Silicon–superconducting qubits could make quantum computing more viable and scalable
Physicists are using a growing array of new tools to engineer physical systems on a subatomic scale, to be used as building blocks for the elusive vision of a quantum computer – a device that can address problems not solvable with classical computers. Superconducting circuits, made from superconducting metals and Josephson tunnel junctions, play a big role in processing quantum information, where they can be used as a platform for qubits. The EU-funded SiTe project plans to combine the flexibility of superconducting circuits with the most promising aspects of silicon spin qubits. More specifically, the research team will investigate weak links formed between the semiconductor and the superconductor. Silicon–superconducting qubits could prove to be a scalable platform for future quantum computers.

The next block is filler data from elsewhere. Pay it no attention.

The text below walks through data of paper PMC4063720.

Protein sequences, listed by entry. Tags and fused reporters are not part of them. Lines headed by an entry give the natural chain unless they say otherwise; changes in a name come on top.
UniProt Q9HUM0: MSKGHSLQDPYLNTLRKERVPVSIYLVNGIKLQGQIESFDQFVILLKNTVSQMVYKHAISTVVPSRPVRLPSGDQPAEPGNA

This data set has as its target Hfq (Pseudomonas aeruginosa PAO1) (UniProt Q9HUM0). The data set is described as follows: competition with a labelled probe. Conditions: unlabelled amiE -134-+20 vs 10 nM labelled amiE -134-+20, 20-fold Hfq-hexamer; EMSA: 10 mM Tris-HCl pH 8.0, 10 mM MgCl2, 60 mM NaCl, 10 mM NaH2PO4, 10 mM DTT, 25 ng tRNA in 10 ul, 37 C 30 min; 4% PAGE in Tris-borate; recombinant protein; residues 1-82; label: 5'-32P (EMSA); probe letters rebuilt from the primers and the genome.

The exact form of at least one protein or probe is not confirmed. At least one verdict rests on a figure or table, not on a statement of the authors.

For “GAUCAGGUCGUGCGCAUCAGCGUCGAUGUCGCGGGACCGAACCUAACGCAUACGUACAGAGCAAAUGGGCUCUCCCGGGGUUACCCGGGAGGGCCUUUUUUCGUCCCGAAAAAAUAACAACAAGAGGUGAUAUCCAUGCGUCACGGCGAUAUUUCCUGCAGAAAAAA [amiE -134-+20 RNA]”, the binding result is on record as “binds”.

Fields of science
- engineering and technologymaterials engineeringcrystals
- social sciencespolitical sciencespolitical transitionsrevolutions
- engineering and technologyelectrical engineering, electronic engineering, information engineeringelectronic engineeringcomputer hardwarequantum computers
- natural scienceschemical sciencesinorganic chemistrymetalloids
- natural sciencesphysical scienceselectromagnetism and electronicssuperconductivity